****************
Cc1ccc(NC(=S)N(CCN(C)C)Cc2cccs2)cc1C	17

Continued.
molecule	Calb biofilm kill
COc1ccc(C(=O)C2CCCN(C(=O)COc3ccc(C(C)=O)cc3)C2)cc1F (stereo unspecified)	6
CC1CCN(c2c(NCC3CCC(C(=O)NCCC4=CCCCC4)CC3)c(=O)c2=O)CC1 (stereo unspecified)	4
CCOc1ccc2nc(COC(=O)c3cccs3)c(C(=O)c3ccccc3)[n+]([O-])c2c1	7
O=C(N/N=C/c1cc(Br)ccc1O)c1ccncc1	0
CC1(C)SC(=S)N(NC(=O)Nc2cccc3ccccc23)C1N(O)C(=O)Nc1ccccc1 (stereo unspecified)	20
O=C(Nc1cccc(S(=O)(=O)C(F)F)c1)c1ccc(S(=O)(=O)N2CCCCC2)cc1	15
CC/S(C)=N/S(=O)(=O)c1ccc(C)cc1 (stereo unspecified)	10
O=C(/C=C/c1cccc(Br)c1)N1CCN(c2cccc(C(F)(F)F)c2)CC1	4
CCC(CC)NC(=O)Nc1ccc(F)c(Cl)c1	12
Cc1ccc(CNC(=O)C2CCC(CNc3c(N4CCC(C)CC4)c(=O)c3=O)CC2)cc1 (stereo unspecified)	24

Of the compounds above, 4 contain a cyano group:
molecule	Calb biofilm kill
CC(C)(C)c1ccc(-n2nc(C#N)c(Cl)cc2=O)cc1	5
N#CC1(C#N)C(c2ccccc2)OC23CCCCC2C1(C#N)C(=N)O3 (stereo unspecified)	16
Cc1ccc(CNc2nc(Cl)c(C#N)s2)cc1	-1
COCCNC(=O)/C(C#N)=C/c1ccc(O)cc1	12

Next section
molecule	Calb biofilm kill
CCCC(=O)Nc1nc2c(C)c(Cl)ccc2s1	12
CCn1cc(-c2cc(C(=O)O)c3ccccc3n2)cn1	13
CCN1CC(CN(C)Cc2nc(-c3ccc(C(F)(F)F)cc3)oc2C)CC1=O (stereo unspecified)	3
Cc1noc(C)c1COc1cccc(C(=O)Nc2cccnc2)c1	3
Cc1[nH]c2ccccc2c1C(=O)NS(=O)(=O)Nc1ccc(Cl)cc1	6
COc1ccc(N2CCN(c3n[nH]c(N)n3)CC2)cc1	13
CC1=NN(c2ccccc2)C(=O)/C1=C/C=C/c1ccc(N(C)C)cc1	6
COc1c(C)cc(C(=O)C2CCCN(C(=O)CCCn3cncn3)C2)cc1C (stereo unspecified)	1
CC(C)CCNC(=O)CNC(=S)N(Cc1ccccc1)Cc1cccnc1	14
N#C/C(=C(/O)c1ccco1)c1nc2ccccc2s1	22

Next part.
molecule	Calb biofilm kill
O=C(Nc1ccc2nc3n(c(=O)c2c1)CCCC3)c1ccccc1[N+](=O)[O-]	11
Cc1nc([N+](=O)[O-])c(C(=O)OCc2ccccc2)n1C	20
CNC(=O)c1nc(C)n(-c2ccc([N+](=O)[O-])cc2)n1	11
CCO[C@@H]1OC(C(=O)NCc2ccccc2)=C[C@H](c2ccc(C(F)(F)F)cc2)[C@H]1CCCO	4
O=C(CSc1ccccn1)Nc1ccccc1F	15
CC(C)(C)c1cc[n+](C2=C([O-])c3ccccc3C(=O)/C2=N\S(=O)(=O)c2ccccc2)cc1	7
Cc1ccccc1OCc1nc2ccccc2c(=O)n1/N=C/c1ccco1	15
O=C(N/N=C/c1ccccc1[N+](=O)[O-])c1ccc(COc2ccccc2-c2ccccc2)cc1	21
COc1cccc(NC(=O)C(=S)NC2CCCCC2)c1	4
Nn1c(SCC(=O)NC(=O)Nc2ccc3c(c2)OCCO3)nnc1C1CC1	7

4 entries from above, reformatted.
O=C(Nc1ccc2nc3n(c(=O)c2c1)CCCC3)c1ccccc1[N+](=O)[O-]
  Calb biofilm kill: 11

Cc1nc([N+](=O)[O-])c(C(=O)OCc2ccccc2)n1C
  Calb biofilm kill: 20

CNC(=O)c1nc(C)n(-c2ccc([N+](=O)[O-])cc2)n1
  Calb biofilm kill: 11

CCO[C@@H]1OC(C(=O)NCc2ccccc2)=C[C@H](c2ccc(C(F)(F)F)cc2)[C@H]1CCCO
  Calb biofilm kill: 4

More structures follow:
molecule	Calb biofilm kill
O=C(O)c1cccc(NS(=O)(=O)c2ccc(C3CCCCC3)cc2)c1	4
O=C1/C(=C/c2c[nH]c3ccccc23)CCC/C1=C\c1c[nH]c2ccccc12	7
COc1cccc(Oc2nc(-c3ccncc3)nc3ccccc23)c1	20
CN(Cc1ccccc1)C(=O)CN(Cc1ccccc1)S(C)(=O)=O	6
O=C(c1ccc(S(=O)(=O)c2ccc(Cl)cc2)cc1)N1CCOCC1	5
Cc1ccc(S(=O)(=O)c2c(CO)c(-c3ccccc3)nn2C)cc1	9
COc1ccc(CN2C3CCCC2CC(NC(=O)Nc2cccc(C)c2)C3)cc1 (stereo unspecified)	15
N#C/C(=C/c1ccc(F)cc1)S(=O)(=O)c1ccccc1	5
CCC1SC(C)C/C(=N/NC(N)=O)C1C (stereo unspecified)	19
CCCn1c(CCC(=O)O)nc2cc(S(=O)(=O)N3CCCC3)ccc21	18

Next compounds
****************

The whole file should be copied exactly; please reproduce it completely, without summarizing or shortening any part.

Cc1ccc(NC(=S)N(CCN(C)C)Cc2cccs2)cc1C	17

Continued.
molecule	Calb biofilm kill
COc1ccc(C(=O)C2CCCN(C(=O)COc3ccc(C(C)=O)cc3)C2)cc1F (stereo unspecified)	6
CC1CCN(c2c(NCC3CCC(C(=O)NCCC4=CCCCC4)CC3)c(=O)c2=O)CC1 (stereo unspecified)	4
CCOc1ccc2nc(COC(=O)c3cccs3)c(C(=O)c3ccccc3)[n+]([O-])c2c1	7
O=C(N/N=C/c1cc(Br)ccc1O)c1ccncc1	0
CC1(C)SC(=S)N(NC(=O)Nc2cccc3ccccc23)C1N(O)C(=O)Nc1ccccc1 (stereo unspecified)	20
O=C(Nc1cccc(S(=O)(=O)C(F)F)c1)c1ccc(S(=O)(=O)N2CCCCC2)cc1	15
CC/S(C)=N/S(=O)(=O)c1ccc(C)cc1 (stereo unspecified)	10
O=C(/C=C/c1cccc(Br)c1)N1CCN(c2cccc(C(F)(F)F)c2)CC1	4
CCC(CC)NC(=O)Nc1ccc(F)c(Cl)c1	12
Cc1ccc(CNC(=O)C2CCC(CNc3c(N4CCC(C)CC4)c(=O)c3=O)CC2)cc1 (stereo unspecified)	24

Of the compounds above, 4 contain a cyano group:
molecule	Calb biofilm kill
CC(C)(C)c1ccc(-n2nc(C#N)c(Cl)cc2=O)cc1	5
N#CC1(C#N)C(c2ccccc2)OC23CCCCC2C1(C#N)C(=N)O3 (stereo unspecified)	16
Cc1ccc(CNc2nc(Cl)c(C#N)s2)cc1	-1
COCCNC(=O)/C(C#N)=C/c1ccc(O)cc1	12

Next section
molecule	Calb biofilm kill
CCCC(=O)Nc1nc2c(C)c(Cl)ccc2s1	12
CCn1cc(-c2cc(C(=O)O)c3ccccc3n2)cn1	13
CCN1CC(CN(C)Cc2nc(-c3ccc(C(F)(F)F)cc3)oc2C)CC1=O (stereo unspecified)	3
Cc1noc(C)c1COc1cccc(C(=O)Nc2cccnc2)c1	3
Cc1[nH]c2ccccc2c1C(=O)NS(=O)(=O)Nc1ccc(Cl)cc1	6
COc1ccc(N2CCN(c3n[nH]c(N)n3)CC2)cc1	13
CC1=NN(c2ccccc2)C(=O)/C1=C/C=C/c1ccc(N(C)C)cc1	6
COc1c(C)cc(C(=O)C2CCCN(C(=O)CCCn3cncn3)C2)cc1C (stereo unspecified)	1
CC(C)CCNC(=O)CNC(=S)N(Cc1ccccc1)Cc1cccnc1	14
N#C/C(=C(/O)c1ccco1)c1nc2ccccc2s1	22

Next part.
molecule	Calb biofilm kill
O=C(Nc1ccc2nc3n(c(=O)c2c1)CCCC3)c1ccccc1[N+](=O)[O-]	11
Cc1nc([N+](=O)[O-])c(C(=O)OCc2ccccc2)n1C	20
CNC(=O)c1nc(C)n(-c2ccc([N+](=O)[O-])cc2)n1	11
CCO[C@@H]1OC(C(=O)NCc2ccccc2)=C[C@H](c2ccc(C(F)(F)F)cc2)[C@H]1CCCO	4
O=C(CSc1ccccn1)Nc1ccccc1F	15
CC(C)(C)c1cc[n+](C2=C([O-])c3ccccc3C(=O)/C2=N\S(=O)(=O)c2ccccc2)cc1	7
Cc1ccccc1OCc1nc2ccccc2c(=O)n1/N=C/c1ccco1	15
O=C(N/N=C/c1ccccc1[N+](=O)[O-])c1ccc(COc2ccccc2-c2ccccc2)cc1	21
COc1cccc(NC(=O)C(=S)NC2CCCCC2)c1	4
Nn1c(SCC(=O)NC(=O)Nc2ccc3c(c2)OCCO3)nnc1C1CC1	7

4 entries from above, reformatted.
O=C(Nc1ccc2nc3n(c(=O)c2c1)CCCC3)c1ccccc1[N+](=O)[O-]
  Calb biofilm kill: 11

Cc1nc([N+](=O)[O-])c(C(=O)OCc2ccccc2)n1C
  Calb biofilm kill: 20

CNC(=O)c1nc(C)n(-c2ccc([N+](=O)[O-])cc2)n1
  Calb biofilm kill: 11

CCO[C@@H]1OC(C(=O)NCc2ccccc2)=C[C@H](c2ccc(C(F)(F)F)cc2)[C@H]1CCCO
  Calb biofilm kill: 4

More structures follow:
molecule	Calb biofilm kill
O=C(O)c1cccc(NS(=O)(=O)c2ccc(C3CCCCC3)cc2)c1	4
O=C1/C(=C/c2c[nH]c3ccccc23)CCC/C1=C\c1c[nH]c2ccccc12	7
COc1cccc(Oc2nc(-c3ccncc3)nc3ccccc23)c1	20
CN(Cc1ccccc1)C(=O)CN(Cc1ccccc1)S(C)(=O)=O	6
O=C(c1ccc(S(=O)(=O)c2ccc(Cl)cc2)cc1)N1CCOCC1	5
Cc1ccc(S(=O)(=O)c2c(CO)c(-c3ccccc3)nn2C)cc1	9
COc1ccc(CN2C3CCCC2CC(NC(=O)Nc2cccc(C)c2)C3)cc1 (stereo unspecified)	15
N#C/C(=C/c1ccc(F)cc1)S(=O)(=O)c1ccccc1	5
CCC1SC(C)C/C(=N/NC(N)=O)C1C (stereo unspecified)	19
CCCn1c(CCC(=O)O)nc2cc(S(=O)(=O)N3CCCC3)ccc21	18

Next compounds